You may want to use the following match, so you can group items by jars:

match (c:Candytype)<-[r:CONTAINS]-(j:CandyJar)
return j.id as jar, count(*) as noOfCandyTypes, collect({name: c.name, count: r.amount})

The above will give you a row for each jar, which includes the number of different candies in the jar and a list of each candy in the jar, organized as a map with the candy's name and count.

You can go a little farther and calculate the relative frequency of each candy in a single jar and add the value to the candy's map.

The query below does that. It does the same thing as the first query, but this time it calculates the total amount in the jar, then updates each items map to include the relative frequency.

match(n:CandyJar)-[r:CONTAINS]->(m:Candytype)
with n.name as jar, count(*) as typesOfCandies, sum(r.amount) as totalItems, collect({name: m.name, count: r.amount}) as items
return jar, typesOfCandies, totalItems, [i in items | i{.*, relFreq: toFloat(i.count) / toFloat(totalItems)}] as items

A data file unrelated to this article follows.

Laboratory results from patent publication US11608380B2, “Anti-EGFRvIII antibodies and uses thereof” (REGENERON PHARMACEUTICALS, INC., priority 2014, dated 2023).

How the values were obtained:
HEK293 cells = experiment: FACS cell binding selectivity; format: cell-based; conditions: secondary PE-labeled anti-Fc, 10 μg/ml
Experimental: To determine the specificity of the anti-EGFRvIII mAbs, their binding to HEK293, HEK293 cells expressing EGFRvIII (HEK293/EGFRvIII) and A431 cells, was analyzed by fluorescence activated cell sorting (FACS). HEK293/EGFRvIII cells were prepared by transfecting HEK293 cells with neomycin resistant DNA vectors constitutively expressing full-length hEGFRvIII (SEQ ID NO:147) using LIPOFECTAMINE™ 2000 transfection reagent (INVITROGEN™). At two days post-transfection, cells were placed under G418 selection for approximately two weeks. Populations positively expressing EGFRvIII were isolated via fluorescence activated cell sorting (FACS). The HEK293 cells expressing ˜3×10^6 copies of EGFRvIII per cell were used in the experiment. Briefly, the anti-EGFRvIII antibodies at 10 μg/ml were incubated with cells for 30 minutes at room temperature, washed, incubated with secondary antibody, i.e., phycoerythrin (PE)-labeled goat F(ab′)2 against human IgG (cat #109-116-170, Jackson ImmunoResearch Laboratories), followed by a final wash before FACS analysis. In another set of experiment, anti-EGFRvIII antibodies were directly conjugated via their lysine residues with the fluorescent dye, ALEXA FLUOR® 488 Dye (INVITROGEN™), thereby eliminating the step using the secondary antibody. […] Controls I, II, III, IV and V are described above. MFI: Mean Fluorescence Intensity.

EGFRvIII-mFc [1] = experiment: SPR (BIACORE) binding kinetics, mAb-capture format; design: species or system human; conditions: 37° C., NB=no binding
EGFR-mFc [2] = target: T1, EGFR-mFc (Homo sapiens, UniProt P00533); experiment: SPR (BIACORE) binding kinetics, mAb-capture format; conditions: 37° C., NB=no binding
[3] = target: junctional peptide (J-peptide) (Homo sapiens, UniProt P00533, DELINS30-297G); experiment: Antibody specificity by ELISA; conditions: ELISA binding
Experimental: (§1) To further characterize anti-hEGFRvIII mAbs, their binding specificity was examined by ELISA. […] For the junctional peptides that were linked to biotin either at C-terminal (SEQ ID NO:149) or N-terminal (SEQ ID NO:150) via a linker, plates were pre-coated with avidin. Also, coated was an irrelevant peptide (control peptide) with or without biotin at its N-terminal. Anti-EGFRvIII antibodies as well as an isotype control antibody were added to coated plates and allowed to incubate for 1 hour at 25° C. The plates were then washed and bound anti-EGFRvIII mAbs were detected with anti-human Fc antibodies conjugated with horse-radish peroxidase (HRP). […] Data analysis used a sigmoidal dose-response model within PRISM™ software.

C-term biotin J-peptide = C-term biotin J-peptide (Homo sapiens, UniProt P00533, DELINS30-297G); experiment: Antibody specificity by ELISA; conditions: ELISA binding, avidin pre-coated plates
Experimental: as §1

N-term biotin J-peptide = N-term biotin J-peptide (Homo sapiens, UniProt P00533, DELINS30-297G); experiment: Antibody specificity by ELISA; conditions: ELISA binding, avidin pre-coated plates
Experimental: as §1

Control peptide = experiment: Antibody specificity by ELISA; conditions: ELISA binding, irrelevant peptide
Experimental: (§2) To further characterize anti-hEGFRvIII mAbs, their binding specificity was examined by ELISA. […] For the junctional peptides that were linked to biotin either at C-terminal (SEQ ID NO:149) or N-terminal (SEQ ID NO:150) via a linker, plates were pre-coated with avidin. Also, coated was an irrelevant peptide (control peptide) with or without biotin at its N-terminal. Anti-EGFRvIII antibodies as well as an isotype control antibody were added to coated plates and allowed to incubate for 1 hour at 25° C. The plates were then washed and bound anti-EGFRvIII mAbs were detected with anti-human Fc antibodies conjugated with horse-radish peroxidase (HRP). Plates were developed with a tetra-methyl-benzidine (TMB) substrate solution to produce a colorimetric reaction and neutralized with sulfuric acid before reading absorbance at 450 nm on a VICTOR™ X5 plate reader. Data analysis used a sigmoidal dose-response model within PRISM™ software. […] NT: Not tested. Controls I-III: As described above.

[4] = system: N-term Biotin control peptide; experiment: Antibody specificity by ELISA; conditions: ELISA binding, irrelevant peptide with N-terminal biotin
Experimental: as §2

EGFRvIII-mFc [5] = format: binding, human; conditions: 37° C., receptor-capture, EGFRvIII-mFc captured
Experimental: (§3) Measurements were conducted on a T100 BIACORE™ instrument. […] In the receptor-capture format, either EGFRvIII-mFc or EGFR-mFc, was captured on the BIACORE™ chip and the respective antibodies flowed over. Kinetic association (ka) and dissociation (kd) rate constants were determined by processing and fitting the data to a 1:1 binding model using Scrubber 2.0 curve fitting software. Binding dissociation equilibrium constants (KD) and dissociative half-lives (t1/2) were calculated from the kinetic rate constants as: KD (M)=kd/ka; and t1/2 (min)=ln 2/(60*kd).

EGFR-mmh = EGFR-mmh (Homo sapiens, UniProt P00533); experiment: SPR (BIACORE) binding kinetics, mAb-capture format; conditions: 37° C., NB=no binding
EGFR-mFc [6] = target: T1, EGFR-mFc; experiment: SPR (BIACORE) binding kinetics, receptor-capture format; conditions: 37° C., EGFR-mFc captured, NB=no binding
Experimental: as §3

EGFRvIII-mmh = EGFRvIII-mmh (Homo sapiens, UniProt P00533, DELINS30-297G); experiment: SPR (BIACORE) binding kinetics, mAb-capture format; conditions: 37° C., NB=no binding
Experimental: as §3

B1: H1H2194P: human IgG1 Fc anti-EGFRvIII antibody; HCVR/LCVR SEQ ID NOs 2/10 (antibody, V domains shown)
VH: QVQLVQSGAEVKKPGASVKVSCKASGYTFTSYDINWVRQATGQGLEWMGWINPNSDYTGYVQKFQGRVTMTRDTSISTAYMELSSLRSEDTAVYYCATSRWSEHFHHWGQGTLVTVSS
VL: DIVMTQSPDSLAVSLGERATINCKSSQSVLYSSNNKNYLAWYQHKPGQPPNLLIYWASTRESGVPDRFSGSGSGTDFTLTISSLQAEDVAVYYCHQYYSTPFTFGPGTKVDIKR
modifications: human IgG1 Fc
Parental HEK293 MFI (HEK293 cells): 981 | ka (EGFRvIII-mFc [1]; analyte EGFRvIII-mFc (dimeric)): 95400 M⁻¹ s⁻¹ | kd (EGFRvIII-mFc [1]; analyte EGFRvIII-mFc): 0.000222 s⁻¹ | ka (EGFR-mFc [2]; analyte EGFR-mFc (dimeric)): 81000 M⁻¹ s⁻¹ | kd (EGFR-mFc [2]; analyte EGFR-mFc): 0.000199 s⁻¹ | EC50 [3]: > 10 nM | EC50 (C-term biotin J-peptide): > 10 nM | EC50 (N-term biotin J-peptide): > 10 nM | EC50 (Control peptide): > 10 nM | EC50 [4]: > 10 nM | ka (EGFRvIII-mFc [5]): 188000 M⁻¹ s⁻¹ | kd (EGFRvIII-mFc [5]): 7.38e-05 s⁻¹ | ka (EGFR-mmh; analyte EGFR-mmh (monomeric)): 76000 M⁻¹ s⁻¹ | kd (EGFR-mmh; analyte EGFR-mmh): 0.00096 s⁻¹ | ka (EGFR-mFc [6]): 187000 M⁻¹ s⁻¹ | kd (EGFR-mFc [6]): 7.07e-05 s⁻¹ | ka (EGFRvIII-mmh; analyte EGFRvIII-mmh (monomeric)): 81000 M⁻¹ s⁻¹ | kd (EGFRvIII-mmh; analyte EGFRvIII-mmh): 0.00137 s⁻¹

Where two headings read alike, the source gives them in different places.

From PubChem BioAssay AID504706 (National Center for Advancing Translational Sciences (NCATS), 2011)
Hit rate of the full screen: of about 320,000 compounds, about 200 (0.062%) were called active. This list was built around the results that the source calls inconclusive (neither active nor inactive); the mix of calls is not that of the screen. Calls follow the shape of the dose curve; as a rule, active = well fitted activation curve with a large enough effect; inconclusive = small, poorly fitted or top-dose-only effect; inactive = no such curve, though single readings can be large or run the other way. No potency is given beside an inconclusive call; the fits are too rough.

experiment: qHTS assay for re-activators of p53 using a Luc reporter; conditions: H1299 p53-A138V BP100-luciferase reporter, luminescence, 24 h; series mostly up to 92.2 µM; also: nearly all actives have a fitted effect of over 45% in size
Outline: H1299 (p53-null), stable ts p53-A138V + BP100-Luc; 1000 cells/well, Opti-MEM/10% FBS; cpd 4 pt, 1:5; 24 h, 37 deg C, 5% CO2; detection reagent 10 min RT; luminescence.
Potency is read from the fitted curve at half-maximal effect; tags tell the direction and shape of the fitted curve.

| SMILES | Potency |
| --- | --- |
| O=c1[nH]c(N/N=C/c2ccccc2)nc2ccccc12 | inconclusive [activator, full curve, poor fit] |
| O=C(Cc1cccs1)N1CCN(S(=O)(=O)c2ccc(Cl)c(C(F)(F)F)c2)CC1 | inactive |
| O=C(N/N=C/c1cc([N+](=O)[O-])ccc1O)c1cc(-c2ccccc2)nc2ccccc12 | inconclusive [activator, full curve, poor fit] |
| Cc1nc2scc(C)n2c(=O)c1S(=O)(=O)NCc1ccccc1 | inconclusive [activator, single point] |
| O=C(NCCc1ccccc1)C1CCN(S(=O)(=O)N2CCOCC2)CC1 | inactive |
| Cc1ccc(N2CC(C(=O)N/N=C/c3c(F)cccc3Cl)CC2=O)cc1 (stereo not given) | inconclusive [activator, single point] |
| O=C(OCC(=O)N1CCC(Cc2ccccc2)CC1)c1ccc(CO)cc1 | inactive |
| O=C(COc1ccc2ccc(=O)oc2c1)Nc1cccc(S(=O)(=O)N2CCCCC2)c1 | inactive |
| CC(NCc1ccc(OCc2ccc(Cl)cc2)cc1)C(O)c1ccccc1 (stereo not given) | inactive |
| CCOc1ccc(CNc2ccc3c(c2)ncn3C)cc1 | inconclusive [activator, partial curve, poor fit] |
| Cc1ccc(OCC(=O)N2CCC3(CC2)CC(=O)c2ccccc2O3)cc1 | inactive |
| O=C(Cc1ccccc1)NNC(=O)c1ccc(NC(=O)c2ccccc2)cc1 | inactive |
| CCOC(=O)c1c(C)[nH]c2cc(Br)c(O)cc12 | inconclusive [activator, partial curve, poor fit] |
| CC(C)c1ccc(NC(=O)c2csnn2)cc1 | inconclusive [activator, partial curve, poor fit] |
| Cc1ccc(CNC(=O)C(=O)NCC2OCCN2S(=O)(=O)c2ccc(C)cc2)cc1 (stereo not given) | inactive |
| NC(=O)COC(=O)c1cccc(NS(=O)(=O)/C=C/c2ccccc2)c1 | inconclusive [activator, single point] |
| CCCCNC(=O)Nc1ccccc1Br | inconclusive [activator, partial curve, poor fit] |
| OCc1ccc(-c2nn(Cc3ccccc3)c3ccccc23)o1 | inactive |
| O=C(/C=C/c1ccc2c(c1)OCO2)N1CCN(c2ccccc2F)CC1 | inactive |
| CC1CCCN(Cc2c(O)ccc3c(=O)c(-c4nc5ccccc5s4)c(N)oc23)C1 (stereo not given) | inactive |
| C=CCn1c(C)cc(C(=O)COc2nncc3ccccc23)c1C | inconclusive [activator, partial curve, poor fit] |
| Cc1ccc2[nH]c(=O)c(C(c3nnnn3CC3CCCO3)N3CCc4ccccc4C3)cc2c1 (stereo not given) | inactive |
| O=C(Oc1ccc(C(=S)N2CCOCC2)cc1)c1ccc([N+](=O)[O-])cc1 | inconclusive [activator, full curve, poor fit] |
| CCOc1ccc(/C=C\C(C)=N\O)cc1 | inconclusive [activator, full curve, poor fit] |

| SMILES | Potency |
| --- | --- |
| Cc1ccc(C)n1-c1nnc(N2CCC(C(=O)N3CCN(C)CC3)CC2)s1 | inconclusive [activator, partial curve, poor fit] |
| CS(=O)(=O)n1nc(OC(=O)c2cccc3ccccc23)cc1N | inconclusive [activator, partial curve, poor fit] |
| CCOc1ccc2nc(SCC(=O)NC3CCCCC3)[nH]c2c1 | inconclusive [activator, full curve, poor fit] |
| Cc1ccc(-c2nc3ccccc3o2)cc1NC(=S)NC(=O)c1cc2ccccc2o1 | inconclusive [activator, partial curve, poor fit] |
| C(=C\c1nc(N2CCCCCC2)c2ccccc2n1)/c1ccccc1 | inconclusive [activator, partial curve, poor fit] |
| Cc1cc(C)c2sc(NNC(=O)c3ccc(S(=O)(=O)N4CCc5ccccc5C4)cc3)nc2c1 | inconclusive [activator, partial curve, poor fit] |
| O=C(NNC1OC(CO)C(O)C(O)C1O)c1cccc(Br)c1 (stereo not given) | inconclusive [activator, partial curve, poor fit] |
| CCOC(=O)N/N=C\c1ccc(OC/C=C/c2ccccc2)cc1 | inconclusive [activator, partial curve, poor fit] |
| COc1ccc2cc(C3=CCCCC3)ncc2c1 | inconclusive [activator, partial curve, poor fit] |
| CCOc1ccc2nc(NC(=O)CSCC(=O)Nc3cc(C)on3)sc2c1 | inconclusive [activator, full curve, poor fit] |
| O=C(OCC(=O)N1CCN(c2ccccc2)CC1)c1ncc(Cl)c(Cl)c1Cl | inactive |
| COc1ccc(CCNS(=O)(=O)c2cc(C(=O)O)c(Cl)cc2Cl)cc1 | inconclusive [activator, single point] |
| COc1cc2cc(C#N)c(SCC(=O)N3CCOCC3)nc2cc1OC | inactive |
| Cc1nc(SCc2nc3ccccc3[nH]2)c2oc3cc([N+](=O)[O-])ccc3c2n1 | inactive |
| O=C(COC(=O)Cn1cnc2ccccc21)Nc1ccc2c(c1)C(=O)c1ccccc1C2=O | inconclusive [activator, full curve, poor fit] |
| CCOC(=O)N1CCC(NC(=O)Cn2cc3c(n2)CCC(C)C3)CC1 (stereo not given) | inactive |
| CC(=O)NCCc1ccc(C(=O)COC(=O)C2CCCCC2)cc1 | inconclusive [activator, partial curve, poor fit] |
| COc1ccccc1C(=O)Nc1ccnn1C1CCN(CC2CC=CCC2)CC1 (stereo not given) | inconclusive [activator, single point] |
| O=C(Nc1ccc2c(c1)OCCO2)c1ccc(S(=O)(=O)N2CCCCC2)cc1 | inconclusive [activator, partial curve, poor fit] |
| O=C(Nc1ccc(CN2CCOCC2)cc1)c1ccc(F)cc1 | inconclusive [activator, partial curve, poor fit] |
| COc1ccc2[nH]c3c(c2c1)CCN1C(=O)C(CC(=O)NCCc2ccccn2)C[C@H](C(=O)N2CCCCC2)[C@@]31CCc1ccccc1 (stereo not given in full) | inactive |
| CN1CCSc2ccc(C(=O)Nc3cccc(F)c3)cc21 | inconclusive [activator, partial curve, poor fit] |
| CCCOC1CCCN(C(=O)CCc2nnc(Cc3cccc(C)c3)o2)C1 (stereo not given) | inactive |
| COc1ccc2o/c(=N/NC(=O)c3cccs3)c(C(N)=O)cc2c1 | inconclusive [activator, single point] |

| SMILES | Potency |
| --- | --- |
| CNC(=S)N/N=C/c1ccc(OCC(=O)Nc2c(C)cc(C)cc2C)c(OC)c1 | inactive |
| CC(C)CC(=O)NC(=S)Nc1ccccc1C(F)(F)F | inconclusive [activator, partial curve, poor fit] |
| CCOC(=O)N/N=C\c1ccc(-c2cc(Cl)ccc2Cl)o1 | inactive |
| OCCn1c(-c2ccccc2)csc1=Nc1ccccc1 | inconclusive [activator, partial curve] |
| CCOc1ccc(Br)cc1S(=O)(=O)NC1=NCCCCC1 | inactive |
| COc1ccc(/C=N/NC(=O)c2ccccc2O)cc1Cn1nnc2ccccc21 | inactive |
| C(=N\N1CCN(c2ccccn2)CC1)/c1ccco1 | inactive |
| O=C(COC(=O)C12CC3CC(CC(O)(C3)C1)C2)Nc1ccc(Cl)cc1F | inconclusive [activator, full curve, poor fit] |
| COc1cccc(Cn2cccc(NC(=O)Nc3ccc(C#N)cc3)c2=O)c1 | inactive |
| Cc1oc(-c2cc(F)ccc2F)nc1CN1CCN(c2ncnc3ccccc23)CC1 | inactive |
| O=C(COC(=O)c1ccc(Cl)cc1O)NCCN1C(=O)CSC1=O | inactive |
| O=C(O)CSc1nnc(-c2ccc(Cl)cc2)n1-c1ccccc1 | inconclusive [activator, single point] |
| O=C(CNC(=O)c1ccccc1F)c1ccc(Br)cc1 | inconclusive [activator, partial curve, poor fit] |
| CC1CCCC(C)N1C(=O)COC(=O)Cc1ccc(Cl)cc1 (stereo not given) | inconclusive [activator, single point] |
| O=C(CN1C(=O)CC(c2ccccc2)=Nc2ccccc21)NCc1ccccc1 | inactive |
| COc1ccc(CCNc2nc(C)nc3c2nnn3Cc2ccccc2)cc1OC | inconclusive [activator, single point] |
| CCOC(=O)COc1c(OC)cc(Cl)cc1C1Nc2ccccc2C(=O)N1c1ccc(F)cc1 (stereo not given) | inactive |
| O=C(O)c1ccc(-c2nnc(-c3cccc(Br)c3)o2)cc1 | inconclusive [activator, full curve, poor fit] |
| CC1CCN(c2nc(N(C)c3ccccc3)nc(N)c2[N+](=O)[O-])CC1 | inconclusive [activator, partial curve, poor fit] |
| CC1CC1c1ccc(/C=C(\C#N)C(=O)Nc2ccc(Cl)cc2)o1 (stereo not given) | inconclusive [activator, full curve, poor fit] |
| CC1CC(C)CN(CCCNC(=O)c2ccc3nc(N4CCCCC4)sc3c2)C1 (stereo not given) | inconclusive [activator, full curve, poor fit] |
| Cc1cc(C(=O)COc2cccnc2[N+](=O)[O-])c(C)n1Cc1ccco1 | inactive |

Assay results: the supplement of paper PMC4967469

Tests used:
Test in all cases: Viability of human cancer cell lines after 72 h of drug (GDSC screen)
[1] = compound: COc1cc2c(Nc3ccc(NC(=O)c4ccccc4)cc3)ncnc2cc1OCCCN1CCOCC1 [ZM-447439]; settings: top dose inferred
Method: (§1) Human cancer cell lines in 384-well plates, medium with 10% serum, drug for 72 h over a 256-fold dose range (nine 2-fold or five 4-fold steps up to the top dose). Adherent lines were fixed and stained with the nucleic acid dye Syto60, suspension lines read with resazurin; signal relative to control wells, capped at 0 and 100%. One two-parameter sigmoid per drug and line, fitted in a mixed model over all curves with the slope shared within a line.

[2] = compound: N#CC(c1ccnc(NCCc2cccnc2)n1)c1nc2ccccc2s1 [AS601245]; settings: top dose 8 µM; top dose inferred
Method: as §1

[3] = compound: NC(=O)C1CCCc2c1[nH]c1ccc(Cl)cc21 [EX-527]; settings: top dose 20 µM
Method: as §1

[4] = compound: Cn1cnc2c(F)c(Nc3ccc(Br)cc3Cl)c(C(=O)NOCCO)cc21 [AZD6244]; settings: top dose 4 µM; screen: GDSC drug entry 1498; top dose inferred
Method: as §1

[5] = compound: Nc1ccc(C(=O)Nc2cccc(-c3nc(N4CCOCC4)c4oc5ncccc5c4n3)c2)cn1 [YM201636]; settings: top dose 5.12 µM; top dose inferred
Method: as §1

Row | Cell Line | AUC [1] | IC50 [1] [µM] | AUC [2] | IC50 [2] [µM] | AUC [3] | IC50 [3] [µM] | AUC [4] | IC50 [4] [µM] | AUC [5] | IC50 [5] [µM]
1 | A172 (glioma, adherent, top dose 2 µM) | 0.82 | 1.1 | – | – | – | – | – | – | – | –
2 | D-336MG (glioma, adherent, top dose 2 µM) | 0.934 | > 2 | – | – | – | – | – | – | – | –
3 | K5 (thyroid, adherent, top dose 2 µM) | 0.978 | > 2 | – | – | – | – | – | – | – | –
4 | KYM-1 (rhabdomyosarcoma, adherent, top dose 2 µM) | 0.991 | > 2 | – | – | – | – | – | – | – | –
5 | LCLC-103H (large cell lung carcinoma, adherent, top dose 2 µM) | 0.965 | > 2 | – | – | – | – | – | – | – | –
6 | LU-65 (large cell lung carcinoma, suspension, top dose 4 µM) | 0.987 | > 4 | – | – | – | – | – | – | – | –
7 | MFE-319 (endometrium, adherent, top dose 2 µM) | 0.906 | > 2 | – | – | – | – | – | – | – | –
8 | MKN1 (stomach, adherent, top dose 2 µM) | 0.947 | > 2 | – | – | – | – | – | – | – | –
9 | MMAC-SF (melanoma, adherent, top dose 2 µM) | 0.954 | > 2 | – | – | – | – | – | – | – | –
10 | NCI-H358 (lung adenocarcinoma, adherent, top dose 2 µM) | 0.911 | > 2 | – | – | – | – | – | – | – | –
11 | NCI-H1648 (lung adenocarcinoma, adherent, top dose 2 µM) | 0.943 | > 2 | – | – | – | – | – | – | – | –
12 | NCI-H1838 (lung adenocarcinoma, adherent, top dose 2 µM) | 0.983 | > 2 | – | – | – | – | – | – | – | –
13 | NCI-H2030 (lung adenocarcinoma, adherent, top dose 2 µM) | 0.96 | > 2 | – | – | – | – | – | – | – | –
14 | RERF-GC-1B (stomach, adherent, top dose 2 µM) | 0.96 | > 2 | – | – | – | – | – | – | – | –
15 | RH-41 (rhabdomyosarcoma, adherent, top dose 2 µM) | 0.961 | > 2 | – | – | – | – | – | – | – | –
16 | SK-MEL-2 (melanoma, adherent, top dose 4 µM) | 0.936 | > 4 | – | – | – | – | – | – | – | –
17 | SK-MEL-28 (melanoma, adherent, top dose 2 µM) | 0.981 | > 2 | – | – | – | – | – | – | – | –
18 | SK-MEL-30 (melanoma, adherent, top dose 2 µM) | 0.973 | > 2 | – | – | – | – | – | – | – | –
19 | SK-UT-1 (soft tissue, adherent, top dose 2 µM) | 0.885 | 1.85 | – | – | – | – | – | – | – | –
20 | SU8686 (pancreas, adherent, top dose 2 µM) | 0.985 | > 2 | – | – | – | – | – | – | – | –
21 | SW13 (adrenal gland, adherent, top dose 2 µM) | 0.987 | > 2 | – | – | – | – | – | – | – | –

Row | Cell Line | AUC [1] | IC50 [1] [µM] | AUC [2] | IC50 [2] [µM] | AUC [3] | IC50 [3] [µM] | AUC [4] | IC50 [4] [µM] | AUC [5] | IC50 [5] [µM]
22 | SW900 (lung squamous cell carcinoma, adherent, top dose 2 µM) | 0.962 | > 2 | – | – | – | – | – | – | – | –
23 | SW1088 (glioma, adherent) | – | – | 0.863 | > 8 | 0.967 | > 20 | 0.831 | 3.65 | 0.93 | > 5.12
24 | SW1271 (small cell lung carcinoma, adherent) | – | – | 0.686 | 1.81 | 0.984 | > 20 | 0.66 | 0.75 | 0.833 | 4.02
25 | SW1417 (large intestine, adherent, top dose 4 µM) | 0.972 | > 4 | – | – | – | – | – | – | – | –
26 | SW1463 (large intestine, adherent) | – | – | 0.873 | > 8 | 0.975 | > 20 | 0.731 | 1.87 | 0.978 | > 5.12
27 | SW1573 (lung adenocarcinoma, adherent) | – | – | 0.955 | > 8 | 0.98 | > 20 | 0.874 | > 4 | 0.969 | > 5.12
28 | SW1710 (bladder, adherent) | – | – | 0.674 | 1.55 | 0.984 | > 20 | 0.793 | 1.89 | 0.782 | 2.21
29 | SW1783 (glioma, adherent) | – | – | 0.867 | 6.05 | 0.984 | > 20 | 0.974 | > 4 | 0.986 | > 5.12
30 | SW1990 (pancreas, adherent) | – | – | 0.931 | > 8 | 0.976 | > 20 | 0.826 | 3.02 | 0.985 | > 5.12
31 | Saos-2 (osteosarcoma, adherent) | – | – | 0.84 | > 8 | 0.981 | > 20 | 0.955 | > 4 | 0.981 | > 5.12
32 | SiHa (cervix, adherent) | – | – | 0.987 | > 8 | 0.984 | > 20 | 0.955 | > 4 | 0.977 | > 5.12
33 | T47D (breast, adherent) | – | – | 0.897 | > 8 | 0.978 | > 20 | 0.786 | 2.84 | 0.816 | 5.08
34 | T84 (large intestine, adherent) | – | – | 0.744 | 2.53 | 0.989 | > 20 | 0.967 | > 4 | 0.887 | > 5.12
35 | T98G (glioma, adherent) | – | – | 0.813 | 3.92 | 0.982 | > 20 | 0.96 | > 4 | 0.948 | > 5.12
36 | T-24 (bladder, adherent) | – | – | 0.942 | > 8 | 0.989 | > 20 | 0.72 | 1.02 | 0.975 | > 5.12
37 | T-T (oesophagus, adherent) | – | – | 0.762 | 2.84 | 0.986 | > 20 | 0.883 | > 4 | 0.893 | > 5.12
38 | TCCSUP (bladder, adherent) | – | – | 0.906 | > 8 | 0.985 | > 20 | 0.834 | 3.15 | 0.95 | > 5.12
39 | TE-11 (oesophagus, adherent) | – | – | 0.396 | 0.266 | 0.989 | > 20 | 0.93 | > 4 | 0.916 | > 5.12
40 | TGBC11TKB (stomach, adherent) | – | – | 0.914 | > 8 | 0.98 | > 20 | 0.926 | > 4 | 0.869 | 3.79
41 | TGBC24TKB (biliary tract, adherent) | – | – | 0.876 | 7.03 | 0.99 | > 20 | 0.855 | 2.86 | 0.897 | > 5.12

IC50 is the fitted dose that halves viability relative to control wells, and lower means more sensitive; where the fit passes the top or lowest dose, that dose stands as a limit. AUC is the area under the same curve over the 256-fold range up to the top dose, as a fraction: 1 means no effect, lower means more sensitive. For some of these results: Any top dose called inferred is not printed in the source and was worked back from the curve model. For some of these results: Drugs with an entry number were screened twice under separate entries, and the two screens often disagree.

I hope this helps. Let us know if you have any further questions.

This helps a lot indeed! So, correct me if I'm wrong, the problem is only due to the implicit behaviour of the aggregating functions as I understand, and there is no way to change that behaviour. Now your statements were indeed very useful examples, and probably I should add the total amount of candies as a property of the jar and the relative amount of a mineral as an extra relationship. In the end though I only want to query the Candytypes that co-occur together, so keeping your example in mind and the fact that i need a match of the type:

(m1:Candytype)<-[r1:CONTAINS]-(n:CandyJar)-[r2:CONTAINS]->(m2:Candytype)

I think the statment that im look for is something like:

MATCH (m1:Candytype)<-[r1:CONTAINS]-(n:Jar)-[r2:CONTAINS]->(m2:Candytype)
WITH n.id as id, m1,m2,collect({candytypel1:m1.name,amount1:r1.amount,candytype2:m2.name,amount2:r2.amount}) as items
WHERE m1.name='CandyRed' AND m2.name='Candyblue'
RETURN  id, items

In which case though I wouldn't know how to get a count of the Jars in this same query, but I can do it with python if it's not possible with Cypher.